The Gülen Movement: Life beyond Fethullah Gülen?
How will Turkey’s Gülen Movement function without its charismatic founder? This is a question I sought to cast light upon in an article published yesterday by EurasiaNet.org.
Turkish spiritual leader Fethullah Gülen, 72, has long been rumored to be in a precarious state of health. But well-informed followers offer assurances that the international network of schools, businesses, media-outlets, and civil-society organizations that his movement has built is prepared for a stable transition.
Gülen, who is widely acknowledged as one of the most influential Turkish theologians of his generation, has lived a quiet existence on a rural estate in the US state of Pennsylvania for the past 14 years. He is known to have diabetes, problems with the nerves in his knees and a weak immune system. “Any small sickness could have a big influence on him,” said Mustafa Yeşil, the head of the Istanbul-based Journalists and Writers Foundation, one of the movement’s most prominent organizations.
It was interesting to discuss this question, and others, with Mustafa Yeşil, a high-ranking member of the movement who meets with Mr Gülen regularly. Only a few years ago, it was very difficult to get any information about the movement. Now, as Yeşil noted, the movement is significantly more open and its members are willing to discuss even sensitive subjects like Gülen’s health.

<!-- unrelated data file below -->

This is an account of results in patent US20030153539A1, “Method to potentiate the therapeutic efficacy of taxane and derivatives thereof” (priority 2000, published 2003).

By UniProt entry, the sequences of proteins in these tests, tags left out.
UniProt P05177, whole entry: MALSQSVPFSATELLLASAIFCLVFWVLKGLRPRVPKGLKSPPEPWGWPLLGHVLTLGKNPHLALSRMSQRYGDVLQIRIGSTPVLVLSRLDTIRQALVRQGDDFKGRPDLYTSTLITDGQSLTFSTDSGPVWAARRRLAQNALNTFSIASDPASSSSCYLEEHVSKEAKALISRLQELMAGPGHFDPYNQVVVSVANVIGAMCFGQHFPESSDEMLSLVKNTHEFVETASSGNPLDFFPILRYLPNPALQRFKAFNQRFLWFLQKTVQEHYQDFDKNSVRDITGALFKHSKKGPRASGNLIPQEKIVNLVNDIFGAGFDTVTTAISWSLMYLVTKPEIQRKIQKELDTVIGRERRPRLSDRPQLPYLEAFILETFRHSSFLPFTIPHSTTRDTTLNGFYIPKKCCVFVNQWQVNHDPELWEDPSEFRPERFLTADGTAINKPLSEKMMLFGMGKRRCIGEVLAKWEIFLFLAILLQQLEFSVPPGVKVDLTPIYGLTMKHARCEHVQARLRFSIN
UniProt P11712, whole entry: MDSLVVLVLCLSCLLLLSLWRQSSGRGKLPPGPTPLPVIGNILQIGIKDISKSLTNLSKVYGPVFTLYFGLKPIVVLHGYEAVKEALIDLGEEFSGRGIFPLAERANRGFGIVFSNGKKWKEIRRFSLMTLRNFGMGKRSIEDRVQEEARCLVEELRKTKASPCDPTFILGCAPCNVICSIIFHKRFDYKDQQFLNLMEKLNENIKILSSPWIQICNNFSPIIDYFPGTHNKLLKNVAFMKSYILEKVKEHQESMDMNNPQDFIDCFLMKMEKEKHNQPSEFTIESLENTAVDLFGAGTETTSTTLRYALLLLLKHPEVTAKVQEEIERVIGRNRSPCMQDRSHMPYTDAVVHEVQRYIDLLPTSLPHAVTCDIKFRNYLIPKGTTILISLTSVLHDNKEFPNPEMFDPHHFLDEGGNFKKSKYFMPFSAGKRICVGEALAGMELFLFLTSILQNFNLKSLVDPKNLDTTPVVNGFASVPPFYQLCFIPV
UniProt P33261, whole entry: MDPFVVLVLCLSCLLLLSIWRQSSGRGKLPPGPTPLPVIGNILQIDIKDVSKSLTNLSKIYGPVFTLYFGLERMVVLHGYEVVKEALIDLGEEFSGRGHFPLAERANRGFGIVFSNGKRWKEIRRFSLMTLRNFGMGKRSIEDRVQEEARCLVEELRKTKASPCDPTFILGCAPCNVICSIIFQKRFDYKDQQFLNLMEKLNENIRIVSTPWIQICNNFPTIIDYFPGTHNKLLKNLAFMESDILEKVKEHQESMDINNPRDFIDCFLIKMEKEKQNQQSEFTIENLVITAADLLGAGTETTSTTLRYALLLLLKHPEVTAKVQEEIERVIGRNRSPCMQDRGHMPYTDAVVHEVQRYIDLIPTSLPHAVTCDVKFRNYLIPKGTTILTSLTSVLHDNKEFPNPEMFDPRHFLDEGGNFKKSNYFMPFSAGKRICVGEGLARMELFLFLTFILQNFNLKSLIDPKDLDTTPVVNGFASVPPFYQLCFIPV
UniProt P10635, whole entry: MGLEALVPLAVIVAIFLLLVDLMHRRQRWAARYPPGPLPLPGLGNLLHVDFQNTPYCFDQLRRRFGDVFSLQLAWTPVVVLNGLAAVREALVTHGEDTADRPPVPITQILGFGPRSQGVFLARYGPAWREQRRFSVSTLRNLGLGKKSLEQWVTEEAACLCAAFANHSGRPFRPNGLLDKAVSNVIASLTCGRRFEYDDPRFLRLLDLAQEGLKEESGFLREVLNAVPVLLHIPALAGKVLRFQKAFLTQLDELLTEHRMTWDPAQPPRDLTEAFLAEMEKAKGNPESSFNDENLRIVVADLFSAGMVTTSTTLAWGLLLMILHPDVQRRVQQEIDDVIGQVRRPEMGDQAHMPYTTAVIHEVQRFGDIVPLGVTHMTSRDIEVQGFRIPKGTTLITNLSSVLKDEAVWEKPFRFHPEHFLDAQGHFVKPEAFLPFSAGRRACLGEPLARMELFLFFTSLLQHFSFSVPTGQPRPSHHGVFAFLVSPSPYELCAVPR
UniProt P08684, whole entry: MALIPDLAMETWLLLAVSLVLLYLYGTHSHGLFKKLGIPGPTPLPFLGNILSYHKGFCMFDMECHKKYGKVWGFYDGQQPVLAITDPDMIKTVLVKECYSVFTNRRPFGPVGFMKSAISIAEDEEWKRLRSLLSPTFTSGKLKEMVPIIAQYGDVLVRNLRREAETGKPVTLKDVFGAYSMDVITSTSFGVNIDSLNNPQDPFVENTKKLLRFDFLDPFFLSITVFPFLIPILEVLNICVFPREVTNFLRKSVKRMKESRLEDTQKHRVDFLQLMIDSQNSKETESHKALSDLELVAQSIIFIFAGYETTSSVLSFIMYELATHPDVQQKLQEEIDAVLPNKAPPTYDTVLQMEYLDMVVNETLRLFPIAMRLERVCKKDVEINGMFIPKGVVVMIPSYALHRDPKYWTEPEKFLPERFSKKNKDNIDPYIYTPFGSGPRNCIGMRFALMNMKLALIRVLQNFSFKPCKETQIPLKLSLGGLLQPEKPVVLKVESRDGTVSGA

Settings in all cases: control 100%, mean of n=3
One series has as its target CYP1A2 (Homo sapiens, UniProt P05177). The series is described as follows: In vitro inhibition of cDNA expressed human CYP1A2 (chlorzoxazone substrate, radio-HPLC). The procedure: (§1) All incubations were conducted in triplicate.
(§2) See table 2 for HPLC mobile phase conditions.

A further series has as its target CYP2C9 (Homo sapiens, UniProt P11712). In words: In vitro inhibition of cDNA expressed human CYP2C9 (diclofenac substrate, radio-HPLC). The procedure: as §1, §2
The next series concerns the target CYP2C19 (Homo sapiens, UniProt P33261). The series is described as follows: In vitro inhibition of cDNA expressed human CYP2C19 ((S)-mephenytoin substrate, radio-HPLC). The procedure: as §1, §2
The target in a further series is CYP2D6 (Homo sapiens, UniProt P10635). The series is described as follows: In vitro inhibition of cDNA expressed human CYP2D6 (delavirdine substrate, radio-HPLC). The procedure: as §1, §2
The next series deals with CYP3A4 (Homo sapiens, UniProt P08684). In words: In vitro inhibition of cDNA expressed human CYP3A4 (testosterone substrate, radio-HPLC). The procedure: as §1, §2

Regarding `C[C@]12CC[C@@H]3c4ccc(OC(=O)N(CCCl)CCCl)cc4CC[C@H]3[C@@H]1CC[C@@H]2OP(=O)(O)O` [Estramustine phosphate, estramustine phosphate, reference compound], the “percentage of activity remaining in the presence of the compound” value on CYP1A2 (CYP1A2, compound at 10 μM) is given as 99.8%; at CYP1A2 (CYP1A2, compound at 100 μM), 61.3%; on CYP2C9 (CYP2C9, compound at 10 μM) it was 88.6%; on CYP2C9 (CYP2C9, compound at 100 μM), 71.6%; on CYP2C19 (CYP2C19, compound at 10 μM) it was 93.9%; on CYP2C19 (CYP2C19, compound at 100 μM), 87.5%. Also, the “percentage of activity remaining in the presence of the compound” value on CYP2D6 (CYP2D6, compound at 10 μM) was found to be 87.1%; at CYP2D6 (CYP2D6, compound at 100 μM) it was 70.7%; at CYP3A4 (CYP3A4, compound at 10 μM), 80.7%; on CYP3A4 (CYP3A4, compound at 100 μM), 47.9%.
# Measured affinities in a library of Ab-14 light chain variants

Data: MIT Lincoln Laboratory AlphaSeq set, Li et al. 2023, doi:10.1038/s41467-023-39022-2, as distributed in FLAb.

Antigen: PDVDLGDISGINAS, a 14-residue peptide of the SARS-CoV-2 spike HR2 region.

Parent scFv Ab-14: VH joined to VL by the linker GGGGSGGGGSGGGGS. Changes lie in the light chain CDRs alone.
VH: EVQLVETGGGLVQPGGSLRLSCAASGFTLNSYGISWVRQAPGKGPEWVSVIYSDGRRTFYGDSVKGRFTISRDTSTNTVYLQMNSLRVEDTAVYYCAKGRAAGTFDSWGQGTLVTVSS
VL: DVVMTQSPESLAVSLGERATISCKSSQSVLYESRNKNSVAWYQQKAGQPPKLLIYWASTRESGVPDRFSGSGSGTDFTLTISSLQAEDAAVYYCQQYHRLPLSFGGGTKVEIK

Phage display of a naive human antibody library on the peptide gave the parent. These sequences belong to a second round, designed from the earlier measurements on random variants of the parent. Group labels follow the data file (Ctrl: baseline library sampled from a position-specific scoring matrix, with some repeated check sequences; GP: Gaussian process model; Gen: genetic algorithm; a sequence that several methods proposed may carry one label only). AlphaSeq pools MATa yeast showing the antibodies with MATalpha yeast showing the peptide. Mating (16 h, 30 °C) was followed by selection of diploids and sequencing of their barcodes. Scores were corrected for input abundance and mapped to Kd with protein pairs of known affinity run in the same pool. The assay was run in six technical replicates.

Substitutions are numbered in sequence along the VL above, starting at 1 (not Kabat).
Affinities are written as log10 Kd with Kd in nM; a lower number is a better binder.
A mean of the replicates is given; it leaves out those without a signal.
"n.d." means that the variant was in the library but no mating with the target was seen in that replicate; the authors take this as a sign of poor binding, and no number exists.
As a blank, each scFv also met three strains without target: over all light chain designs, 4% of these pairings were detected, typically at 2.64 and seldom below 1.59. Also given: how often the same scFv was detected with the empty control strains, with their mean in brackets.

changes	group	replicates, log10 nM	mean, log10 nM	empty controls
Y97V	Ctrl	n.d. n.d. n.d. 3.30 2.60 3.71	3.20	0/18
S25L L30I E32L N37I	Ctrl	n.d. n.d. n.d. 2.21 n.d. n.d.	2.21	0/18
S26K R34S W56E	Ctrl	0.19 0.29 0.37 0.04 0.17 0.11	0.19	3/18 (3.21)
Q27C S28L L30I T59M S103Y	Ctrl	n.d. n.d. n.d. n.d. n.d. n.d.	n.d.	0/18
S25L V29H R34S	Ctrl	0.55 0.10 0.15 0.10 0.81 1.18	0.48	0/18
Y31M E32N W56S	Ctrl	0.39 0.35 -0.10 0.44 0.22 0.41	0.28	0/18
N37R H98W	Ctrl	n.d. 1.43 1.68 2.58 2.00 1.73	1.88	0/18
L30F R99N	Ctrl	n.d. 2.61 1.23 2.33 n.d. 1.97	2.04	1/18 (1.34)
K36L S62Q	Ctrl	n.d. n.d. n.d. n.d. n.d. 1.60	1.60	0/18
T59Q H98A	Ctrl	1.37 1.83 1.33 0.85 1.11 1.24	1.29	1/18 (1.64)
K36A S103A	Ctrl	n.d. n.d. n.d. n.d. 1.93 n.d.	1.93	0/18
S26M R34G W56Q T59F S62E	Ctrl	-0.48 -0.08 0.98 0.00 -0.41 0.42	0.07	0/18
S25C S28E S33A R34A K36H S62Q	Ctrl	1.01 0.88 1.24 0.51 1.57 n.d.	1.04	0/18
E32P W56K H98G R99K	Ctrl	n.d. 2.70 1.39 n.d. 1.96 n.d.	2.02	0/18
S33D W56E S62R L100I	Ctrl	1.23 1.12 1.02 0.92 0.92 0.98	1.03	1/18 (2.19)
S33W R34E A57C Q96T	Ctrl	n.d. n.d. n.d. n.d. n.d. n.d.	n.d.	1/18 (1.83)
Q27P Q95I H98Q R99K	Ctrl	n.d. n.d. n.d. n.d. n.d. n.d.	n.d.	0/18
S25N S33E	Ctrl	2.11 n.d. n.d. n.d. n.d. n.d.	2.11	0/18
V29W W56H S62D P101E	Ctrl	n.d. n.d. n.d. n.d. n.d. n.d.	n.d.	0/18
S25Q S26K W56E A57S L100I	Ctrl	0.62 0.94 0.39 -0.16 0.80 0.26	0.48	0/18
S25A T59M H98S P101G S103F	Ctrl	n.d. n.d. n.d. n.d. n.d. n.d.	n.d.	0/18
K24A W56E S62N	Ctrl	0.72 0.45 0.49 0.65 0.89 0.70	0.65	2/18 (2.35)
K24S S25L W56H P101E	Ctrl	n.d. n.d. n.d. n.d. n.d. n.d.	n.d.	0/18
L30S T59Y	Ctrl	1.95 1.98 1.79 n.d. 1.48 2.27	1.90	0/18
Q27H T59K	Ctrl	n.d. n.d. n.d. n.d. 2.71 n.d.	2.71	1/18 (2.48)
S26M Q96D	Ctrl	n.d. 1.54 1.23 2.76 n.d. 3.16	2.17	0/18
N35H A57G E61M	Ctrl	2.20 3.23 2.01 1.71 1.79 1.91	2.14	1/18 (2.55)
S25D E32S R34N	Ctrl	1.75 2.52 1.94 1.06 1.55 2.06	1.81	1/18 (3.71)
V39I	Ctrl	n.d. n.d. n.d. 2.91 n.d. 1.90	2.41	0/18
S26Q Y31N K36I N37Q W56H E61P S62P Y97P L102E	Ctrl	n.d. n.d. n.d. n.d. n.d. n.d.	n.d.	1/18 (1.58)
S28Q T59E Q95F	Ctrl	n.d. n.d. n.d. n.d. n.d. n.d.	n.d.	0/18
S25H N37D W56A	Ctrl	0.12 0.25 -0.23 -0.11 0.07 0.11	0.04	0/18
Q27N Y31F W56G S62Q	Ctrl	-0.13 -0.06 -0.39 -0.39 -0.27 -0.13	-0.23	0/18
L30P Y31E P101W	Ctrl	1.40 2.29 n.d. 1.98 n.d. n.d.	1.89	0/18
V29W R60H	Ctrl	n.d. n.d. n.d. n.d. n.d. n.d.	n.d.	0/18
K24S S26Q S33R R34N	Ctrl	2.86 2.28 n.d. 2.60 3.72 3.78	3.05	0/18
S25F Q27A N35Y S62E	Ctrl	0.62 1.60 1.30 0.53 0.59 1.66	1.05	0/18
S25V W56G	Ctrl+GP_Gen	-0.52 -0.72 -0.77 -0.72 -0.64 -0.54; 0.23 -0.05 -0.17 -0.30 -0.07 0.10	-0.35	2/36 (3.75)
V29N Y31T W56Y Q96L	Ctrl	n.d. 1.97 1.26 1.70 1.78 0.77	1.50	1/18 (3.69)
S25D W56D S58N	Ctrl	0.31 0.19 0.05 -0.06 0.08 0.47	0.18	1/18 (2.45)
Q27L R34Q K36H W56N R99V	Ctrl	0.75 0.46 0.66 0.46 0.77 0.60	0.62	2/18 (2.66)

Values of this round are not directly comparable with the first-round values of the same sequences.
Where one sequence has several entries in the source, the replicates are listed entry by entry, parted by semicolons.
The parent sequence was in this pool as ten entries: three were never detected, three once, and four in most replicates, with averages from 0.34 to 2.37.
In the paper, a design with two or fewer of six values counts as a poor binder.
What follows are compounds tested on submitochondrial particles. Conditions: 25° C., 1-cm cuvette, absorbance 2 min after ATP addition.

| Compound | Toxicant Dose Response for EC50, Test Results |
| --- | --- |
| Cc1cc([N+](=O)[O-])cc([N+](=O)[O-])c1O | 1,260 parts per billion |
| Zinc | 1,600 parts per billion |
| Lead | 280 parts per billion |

The Gülen Movement: A quick reflection
The movement is not making so many headlines these days. But I always find it newsworthy, given their presence in more than a hundred countries around the world and high degree of influence in Turkey.
Even in the United States, members of the movement recently established the Rethink institute in Washington DC. Fevzi Bilgin, the head of the organization, told me that Rethink does not coordinate with the movement in Turkey. Bilgin described it as a research institute focused on contemporary issues that relate to the Turkish-American community, but
M. Hakan Yavuz, an expert on the movement, did not fully agree:
“When the leader dies, the movement dies with it, but it influences the next movement, it shapes the next Muslim movement,” Yavuz contended.
While he still maintains some connections, Yavuz is known to be critical of the movement. They are rumored to have hit back at him. But that is a different story.
I am looking forward to writing more about the movement in the next few weeks.